Four Things to Talk About Before Marriage
I adore my husband. He's my best friend, my strength and the half that makes me whole, but marriage can do wonky things- even to the strongest of couples. Jay and I are definitely more haggard than we were before we got married. We work opposite shifts so that one of us can be with our son at all times and we sacrifice for the good of our family (something I wouldn't change for the world), but it means that our sleep, meal times and time together are completely thrown off.
There have absolutely been days that I've lost my cool at Jay out of sheer exhaustion and not because of anything he did. Marriage is hard work and it takes both people putting in 100% for it to work. Humans are humans and sometimes we stumble, but as long as we pick ourselves back up and forge forward with all that we've got, we've got a fighting chance.
I'm really thankful that Jay and I discussed serious things before we got married. It really solidified the importance of open communication and it also helped prevent quite a few potentially unhappy surprised when we did get married.
You'll notice that whenever there's a monumental life event, it seems like people come out of the woodwork to offer advice and while I do believe that they mean well, it can be stifling and confusing. However, if you and your fiancé talk things over before exchanging vows, life will be so much easier. Trust me on this.
I'm not the only one who thinks it vital to cover your bases before getting married.
Women's Health magazine says there are four very important things to discuss before saying "I do."
Oh my goodness is this HUGE. I grew up poor and not only knew what it was to go without, but had to work hard starting at a young age to help my household. Jay grew up in a middle class family and never wanted for anything. Basically, we grew up in two completely different financial situations. Being on the same page when it comes to spending habits is massively important. If you're going into the marriage with debt, your partner needs to know about it. If you expect to go shopping every weekend, your partner needs to know about it. If you're a frugal penny pincher, your partner needs to know. Honesty is key.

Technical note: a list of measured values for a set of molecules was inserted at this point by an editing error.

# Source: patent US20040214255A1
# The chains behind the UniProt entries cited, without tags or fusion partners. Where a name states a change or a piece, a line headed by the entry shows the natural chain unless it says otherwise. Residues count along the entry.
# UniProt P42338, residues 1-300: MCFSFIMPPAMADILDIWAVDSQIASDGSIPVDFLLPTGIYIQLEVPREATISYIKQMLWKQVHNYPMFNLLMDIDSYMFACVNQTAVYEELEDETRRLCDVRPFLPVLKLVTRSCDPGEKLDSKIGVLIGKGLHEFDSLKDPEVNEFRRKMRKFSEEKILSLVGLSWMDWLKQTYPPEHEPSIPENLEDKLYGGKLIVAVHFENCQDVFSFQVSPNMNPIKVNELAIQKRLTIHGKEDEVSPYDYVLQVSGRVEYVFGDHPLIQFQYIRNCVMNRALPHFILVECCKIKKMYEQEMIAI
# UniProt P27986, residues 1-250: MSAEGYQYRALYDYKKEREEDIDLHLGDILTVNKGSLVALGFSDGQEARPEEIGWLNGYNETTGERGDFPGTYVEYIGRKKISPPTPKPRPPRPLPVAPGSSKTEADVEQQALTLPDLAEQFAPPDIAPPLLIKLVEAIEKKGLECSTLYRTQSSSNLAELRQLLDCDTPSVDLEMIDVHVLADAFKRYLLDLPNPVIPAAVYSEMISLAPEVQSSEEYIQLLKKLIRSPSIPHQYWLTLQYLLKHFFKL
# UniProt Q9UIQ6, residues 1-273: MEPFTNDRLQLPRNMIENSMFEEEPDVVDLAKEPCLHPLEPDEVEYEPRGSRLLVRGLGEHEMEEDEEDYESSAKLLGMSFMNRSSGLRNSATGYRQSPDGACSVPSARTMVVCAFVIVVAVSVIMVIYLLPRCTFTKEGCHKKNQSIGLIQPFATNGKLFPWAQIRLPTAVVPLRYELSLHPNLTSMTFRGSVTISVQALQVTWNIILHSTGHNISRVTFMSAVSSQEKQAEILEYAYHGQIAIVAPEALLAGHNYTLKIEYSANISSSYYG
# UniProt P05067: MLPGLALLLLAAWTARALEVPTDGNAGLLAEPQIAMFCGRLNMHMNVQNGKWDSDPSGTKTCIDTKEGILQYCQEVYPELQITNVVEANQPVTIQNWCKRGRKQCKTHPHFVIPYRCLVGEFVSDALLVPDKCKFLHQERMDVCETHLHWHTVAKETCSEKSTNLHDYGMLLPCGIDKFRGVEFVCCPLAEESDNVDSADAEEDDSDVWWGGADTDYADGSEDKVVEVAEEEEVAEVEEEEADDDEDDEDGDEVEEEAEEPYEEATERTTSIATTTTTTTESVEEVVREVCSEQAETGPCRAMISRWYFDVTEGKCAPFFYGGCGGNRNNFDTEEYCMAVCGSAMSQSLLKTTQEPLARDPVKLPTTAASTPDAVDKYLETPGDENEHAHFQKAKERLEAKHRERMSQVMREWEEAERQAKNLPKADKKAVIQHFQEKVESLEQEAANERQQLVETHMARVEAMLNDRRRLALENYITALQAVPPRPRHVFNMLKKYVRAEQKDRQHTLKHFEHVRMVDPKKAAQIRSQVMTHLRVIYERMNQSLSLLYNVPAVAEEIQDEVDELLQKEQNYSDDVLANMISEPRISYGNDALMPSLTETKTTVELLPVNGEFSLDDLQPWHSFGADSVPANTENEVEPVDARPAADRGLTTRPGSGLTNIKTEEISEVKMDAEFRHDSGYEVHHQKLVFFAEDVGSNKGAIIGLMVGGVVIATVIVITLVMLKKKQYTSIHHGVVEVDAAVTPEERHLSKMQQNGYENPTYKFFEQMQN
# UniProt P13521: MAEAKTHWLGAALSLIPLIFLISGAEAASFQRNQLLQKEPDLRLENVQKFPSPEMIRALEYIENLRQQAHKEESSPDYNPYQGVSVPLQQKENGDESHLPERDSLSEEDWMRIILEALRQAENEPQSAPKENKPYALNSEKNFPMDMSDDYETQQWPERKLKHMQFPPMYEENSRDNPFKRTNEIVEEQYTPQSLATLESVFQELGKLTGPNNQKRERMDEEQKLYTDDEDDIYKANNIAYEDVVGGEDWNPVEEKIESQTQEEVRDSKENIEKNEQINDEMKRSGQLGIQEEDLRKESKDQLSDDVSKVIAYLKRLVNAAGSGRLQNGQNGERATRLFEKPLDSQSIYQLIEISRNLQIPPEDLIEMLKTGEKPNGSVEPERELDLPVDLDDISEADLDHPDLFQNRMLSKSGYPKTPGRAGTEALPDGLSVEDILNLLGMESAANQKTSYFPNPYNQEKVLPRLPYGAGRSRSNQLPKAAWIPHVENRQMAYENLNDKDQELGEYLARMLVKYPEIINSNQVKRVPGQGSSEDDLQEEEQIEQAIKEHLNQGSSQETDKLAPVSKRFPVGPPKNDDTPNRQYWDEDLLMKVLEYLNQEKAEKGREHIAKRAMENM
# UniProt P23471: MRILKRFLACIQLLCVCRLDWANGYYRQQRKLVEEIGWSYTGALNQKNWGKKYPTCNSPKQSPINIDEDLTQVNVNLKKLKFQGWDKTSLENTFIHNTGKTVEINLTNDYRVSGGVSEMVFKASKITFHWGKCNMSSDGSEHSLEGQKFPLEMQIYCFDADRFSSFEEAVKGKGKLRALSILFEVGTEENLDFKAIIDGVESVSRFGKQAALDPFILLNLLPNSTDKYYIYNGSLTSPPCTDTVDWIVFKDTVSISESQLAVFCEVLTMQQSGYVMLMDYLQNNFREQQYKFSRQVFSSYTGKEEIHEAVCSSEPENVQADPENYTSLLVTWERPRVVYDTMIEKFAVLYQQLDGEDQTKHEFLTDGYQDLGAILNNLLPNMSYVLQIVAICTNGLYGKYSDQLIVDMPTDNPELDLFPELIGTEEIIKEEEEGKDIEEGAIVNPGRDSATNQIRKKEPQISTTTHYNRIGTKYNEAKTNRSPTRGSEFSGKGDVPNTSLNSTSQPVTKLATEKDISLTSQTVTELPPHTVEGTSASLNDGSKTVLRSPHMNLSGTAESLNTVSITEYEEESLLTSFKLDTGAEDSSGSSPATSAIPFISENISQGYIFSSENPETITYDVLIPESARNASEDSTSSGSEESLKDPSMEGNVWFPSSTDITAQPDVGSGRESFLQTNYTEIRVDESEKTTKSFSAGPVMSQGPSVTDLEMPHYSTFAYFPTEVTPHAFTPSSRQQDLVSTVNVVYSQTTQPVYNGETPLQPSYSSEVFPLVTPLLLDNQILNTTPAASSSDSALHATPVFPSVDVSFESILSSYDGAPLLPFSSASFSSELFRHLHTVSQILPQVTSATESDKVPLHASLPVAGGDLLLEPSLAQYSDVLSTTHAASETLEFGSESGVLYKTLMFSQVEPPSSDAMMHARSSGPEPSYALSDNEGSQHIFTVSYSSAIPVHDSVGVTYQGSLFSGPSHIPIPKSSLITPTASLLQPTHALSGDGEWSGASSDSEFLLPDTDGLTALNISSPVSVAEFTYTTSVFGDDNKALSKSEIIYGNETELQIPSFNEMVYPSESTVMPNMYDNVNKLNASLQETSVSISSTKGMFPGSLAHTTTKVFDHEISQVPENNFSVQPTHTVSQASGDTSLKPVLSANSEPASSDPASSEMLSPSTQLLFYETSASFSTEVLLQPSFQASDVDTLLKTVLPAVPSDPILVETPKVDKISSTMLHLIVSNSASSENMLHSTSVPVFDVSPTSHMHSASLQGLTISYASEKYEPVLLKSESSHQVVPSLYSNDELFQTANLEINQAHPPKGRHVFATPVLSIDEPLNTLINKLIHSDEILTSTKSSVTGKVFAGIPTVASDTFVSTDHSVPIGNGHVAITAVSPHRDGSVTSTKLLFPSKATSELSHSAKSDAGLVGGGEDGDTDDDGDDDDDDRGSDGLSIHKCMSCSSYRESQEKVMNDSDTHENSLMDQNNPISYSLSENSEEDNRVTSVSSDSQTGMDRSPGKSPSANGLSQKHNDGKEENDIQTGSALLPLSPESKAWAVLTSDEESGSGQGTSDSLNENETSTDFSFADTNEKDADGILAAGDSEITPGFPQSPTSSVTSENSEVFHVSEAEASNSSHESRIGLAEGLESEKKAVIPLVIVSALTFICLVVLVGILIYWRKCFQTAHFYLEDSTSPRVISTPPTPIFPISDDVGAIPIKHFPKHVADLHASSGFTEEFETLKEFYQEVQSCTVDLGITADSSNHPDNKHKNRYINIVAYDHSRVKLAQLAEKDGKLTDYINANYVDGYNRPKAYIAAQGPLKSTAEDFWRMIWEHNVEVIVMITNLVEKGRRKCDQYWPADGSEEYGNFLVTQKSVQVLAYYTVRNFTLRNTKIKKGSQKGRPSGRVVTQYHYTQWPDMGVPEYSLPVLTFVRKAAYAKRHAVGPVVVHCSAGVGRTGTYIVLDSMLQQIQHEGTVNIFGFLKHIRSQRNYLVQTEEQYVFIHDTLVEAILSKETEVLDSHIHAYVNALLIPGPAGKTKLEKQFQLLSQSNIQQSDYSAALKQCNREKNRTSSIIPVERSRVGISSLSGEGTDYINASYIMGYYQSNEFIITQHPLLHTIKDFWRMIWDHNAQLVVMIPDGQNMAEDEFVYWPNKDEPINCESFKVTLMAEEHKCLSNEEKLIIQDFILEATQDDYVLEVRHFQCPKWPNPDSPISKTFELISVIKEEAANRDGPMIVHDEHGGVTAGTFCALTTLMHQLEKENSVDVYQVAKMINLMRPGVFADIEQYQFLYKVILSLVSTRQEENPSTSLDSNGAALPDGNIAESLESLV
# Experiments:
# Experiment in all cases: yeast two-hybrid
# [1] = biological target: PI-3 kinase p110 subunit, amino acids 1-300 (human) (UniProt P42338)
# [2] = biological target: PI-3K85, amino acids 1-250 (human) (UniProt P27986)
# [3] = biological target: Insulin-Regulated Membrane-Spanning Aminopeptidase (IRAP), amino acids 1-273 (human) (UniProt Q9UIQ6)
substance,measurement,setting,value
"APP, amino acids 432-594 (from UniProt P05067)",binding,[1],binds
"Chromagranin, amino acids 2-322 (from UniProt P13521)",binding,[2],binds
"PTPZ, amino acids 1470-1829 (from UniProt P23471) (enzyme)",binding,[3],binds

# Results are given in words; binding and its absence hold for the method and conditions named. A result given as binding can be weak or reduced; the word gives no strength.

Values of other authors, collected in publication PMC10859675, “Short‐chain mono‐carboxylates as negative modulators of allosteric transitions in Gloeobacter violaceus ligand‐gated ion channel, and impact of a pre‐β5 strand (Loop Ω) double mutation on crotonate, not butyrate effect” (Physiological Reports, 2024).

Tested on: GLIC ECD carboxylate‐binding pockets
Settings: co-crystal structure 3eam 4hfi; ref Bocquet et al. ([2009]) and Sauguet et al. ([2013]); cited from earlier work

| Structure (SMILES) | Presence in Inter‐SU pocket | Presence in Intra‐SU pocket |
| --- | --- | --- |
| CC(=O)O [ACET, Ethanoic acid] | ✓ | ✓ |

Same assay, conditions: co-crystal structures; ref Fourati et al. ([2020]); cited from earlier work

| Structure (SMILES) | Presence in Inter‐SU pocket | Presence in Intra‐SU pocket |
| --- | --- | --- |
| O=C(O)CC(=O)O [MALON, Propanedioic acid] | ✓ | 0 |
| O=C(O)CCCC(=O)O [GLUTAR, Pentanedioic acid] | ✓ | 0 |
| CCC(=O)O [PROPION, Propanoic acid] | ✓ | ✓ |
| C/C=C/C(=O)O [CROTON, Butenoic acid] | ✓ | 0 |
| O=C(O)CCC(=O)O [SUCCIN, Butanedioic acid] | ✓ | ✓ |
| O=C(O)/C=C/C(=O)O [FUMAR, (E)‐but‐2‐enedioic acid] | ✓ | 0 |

Again, my husband and I couldn't be more opposite when it comes to our family dynamic. I'm fiercely independent. I moved away from home as a teen and haven't looked back. I've worked hard and paid my own way through life. On the other hand, Jay's parents are uber involved in the lives of their adult kids- offering financial support, constant advice and instruction. It was so important for us to discuss our family dynamic before getting married- so that we each knew what we were getting into because as much as you might think you're marrying a person, you're actually marrying their family.
This is one area in which my husband and I failed with our discussion. I didn't really take into consideration that he might have a collection of every sports magazine ever published or a shoe collection that toppled 100. And he probably didn't take into consideration my 5,000+ collection of books or my affinity for collecting random kitchen gadgets. If we ever have to consolidate and move into a smaller house, I'll probably bawl. If you've got a ton of stuff, it's not a bad idea to go through and purge before getting married because once you're married, sharing is the name of the game.
You might not be able to keep your hands off each other right now, but life happens. And with life comes exhaustion and worry. And we can't forget body image issues that creep in after having a baby or packing on some extra pounds. These are things you should talk about now because it's easy for feelings to get hurt when intimacy tapers off if you don't discuss in advance.